Americans have notoriously short attention spans. Our penchant for the “next great thing” has kept us moving forward for more than two centuries. We have been in the forefront of virtually every cutting-edge trend in technology, medicine, culture and life-style.
And though you are tired of hearing it (I rest my case), things changed on September 11.
We must become more aware of the circumstances of our surroundings. It is no longer a casual matter if a parcel or handbag sits abandoned. The hectic pace of our lives will slow as we wait in line at security check points. Open access to public and not-so-public buildings may be a thing of the past. And we should prepare to provide identification for more than cashing a check.
These changes and others are not merely short-term inconveniences. They are permanent.
How will these changes impact our state of mind? I believe that they will integrate and become second-nature to most of us over time. Human beings have adjusted to city living, rapid transportation, computers and Regis Philbin, all of them becoming part of the normal and natural knowledge base of our lives. They took time and encountered resistance, but in the end, they became part of our pattern of living.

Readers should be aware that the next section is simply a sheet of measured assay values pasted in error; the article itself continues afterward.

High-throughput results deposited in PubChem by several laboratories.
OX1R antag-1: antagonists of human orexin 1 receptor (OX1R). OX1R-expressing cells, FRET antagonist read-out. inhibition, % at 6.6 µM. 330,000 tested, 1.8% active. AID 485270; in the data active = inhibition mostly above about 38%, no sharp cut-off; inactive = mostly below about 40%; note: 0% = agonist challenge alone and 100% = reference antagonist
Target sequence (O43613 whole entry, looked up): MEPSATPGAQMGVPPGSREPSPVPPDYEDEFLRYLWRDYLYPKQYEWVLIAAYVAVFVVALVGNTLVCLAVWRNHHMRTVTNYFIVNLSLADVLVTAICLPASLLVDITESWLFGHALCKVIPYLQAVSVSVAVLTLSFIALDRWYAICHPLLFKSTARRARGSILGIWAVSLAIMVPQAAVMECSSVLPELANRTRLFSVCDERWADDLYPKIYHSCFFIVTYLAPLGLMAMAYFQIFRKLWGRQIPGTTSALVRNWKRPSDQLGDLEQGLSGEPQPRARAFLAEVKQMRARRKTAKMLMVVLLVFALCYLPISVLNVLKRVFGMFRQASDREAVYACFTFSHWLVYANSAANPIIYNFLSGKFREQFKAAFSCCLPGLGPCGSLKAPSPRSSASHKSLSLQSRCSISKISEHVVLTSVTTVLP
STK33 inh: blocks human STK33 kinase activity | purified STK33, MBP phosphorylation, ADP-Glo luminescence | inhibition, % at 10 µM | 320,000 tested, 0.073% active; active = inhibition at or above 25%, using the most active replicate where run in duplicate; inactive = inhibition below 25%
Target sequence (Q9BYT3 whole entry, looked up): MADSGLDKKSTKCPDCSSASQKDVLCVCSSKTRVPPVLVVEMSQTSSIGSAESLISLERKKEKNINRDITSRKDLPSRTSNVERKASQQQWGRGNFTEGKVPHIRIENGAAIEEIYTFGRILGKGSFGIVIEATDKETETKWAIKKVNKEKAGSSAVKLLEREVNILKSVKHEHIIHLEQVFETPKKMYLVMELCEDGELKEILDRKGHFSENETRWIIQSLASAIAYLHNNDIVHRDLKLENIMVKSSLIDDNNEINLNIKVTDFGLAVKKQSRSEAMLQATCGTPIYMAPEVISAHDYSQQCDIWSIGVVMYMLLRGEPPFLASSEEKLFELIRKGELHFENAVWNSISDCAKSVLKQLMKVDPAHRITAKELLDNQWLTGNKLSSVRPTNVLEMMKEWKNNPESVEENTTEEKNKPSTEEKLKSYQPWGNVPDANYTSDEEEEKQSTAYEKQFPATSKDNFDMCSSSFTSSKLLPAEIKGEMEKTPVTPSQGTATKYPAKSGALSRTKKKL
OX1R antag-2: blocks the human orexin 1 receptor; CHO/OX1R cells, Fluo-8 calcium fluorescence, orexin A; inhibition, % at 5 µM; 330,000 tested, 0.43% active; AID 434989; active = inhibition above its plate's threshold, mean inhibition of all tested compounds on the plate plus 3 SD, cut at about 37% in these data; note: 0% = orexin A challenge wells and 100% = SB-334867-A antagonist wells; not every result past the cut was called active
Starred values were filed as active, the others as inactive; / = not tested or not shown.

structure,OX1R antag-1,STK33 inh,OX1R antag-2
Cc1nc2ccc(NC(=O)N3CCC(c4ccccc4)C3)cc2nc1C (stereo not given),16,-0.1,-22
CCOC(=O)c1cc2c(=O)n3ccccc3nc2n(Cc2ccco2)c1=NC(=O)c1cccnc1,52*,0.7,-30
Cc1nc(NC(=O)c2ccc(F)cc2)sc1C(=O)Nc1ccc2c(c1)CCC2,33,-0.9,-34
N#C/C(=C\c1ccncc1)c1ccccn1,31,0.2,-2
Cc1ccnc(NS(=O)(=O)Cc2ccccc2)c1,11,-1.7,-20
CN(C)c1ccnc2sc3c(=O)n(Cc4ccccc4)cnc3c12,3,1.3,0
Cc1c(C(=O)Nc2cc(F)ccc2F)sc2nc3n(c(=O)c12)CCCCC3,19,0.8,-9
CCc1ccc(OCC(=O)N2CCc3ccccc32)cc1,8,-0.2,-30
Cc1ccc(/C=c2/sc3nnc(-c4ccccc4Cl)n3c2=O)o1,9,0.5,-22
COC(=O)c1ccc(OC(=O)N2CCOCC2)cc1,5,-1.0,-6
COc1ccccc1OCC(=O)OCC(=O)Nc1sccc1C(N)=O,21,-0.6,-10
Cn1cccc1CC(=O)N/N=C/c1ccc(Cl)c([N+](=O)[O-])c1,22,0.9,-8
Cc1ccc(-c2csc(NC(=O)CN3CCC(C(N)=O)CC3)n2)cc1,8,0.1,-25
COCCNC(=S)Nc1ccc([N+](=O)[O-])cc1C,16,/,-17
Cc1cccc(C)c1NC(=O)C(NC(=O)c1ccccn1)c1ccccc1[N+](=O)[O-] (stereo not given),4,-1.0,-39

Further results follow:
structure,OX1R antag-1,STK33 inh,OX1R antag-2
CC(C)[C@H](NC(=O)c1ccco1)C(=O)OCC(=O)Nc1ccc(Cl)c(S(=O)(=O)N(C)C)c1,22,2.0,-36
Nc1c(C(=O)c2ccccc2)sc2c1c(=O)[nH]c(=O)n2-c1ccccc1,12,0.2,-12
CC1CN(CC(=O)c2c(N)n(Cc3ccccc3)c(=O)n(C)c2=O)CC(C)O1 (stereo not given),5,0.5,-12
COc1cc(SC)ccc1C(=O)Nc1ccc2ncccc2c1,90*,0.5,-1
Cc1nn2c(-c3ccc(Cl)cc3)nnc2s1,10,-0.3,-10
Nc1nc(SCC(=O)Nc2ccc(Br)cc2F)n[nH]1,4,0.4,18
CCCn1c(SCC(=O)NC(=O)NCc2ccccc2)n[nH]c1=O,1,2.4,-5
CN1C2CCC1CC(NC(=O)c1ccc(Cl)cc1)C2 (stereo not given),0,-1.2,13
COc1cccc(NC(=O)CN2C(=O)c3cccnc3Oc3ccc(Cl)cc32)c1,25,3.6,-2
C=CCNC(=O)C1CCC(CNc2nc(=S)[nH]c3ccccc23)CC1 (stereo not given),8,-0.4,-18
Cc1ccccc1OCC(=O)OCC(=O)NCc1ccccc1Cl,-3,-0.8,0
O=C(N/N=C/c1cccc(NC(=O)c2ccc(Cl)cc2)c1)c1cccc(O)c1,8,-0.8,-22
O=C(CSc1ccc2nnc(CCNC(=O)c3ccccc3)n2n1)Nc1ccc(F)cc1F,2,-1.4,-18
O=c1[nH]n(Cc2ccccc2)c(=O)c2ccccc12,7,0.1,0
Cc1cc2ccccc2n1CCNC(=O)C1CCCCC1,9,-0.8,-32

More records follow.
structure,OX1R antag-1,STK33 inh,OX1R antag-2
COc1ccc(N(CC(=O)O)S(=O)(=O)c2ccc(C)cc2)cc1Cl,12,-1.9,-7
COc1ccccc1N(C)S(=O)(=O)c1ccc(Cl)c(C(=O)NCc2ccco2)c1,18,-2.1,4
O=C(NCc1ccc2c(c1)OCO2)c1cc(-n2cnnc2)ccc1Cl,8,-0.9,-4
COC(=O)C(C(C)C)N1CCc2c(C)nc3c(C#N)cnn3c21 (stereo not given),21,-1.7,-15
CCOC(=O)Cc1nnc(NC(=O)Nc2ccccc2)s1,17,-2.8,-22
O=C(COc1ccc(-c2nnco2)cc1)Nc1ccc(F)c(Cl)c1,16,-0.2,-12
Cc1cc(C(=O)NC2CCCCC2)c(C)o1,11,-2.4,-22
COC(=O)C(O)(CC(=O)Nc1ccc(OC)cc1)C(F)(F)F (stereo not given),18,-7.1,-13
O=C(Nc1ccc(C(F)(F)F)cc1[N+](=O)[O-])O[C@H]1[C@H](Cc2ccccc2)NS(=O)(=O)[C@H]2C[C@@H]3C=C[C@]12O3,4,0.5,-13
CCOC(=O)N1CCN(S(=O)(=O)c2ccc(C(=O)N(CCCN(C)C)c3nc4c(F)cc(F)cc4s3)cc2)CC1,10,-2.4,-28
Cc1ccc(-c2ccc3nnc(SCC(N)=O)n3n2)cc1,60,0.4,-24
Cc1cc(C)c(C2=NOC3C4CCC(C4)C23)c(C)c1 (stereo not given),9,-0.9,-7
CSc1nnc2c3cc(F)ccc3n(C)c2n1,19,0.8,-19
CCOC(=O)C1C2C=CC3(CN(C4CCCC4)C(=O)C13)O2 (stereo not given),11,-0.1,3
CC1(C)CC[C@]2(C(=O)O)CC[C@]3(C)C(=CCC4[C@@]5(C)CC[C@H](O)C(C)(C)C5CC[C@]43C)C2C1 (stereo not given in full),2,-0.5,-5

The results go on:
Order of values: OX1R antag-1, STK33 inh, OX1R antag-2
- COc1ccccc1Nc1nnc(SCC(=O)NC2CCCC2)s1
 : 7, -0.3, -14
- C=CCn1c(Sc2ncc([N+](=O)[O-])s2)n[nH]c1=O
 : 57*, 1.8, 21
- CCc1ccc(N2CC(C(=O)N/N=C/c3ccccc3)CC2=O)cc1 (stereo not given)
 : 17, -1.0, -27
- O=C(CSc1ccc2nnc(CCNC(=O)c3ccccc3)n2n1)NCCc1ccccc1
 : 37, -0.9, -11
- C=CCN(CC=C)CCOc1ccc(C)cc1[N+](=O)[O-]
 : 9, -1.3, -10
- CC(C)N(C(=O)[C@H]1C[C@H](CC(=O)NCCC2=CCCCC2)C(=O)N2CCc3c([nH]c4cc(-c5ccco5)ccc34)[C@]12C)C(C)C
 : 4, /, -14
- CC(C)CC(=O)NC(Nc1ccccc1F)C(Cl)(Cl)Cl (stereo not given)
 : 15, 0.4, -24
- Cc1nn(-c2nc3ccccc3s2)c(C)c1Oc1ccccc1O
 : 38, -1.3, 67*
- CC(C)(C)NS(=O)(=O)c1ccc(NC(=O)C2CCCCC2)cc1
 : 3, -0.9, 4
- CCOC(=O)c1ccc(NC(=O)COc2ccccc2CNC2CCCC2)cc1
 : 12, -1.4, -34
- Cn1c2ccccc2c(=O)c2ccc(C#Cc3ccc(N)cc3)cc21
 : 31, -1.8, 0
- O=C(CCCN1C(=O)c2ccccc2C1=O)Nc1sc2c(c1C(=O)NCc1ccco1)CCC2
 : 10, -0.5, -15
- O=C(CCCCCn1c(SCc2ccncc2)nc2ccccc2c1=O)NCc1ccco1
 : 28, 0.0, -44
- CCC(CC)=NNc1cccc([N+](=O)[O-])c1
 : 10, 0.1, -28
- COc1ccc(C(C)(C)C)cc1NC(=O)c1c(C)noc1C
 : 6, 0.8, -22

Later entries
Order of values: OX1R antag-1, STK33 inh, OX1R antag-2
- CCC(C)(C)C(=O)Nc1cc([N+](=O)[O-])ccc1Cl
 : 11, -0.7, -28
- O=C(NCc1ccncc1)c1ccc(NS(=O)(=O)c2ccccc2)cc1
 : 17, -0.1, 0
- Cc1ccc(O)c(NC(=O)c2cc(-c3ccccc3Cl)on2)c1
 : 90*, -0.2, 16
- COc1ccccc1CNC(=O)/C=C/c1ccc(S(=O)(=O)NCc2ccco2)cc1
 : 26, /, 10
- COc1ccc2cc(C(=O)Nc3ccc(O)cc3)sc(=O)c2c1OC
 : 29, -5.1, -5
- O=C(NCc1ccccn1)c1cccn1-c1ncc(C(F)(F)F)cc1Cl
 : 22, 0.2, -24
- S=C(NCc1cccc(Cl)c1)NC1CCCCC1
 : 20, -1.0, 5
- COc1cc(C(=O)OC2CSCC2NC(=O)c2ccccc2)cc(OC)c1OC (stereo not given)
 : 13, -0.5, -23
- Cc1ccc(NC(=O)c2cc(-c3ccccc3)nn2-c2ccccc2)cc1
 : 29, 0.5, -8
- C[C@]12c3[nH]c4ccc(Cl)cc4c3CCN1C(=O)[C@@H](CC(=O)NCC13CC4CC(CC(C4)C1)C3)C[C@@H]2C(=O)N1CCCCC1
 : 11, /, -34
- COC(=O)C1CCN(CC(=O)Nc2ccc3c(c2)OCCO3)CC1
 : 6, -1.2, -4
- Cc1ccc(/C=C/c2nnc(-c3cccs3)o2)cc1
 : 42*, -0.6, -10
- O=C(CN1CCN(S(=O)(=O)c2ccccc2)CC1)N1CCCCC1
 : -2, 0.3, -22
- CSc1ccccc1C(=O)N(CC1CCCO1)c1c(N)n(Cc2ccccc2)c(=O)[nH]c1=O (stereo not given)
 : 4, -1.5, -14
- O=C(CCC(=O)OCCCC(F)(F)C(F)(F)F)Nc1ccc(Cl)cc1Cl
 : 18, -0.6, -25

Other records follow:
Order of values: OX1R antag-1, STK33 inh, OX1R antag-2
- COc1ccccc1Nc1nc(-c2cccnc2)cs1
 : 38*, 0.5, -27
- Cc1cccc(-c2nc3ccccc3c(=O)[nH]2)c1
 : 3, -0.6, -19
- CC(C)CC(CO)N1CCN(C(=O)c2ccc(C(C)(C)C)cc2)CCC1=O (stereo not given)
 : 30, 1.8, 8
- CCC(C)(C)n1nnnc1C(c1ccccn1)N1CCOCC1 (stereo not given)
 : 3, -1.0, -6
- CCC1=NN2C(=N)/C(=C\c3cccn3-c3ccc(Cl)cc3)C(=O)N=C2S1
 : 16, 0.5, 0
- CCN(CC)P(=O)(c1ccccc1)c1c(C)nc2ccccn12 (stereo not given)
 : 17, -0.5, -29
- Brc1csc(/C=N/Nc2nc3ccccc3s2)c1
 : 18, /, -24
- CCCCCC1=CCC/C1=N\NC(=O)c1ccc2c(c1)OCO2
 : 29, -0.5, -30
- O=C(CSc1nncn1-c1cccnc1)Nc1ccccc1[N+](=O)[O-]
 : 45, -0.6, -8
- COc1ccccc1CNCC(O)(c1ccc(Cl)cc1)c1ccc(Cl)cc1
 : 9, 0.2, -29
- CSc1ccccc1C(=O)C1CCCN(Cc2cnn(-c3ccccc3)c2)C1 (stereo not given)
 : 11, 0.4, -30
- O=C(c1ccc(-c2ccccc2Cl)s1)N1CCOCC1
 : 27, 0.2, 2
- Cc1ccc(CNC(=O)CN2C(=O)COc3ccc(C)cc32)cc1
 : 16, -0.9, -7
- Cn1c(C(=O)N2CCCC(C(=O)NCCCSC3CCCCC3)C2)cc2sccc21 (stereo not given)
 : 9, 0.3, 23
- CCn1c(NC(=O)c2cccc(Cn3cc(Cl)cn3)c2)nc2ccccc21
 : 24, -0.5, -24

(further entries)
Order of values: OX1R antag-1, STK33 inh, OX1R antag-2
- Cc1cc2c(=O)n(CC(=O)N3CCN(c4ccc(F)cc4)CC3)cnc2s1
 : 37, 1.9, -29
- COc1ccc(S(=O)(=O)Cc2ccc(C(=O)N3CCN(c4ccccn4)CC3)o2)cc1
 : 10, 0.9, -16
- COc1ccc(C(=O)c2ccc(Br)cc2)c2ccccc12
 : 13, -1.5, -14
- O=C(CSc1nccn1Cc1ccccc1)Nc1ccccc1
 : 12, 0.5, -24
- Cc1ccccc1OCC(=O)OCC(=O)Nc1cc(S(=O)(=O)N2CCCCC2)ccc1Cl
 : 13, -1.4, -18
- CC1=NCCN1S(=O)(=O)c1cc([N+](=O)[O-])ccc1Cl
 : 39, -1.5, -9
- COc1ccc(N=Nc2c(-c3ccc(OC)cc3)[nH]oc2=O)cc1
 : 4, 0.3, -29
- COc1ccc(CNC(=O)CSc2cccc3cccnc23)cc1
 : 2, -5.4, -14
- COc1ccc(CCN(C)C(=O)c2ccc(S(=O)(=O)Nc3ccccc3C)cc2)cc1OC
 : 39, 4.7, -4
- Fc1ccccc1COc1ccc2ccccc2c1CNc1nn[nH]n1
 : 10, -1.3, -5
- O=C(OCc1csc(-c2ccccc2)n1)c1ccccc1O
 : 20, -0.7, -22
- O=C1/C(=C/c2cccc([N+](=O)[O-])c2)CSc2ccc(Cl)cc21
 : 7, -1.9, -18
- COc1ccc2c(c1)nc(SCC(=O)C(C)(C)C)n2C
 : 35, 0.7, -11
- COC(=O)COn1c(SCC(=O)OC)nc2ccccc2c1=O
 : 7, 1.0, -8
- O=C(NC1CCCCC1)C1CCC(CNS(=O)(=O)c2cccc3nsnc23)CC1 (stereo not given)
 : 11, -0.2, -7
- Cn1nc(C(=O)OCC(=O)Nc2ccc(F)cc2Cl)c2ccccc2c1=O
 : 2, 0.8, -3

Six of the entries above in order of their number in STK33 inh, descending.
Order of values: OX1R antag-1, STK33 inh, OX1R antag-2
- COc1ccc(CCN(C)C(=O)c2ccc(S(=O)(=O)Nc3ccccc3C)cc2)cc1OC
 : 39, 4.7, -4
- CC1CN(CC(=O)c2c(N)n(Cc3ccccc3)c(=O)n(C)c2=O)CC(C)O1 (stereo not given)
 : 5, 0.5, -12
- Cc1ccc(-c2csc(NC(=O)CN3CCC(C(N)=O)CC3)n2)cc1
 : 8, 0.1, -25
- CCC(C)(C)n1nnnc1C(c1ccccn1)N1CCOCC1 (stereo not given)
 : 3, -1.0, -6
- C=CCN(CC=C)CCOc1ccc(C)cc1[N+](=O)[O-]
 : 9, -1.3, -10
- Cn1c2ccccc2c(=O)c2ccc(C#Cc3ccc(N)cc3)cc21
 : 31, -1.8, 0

All change is difficult. And especially when these changes come to familiar places – like the synagogue – there is a period of adjustment and frustration to be expected.
And, frankly, there is a period of sadness not easily dismissed. The carefree innocence we lost on September 11 was, in a sense, childhood’s end. But unlike the transitions parents and children endure alone, in this transition we have a lot of company. The importance of a community of joy and support is magnified, not just in the short-term aftermath, but especially in the long haul.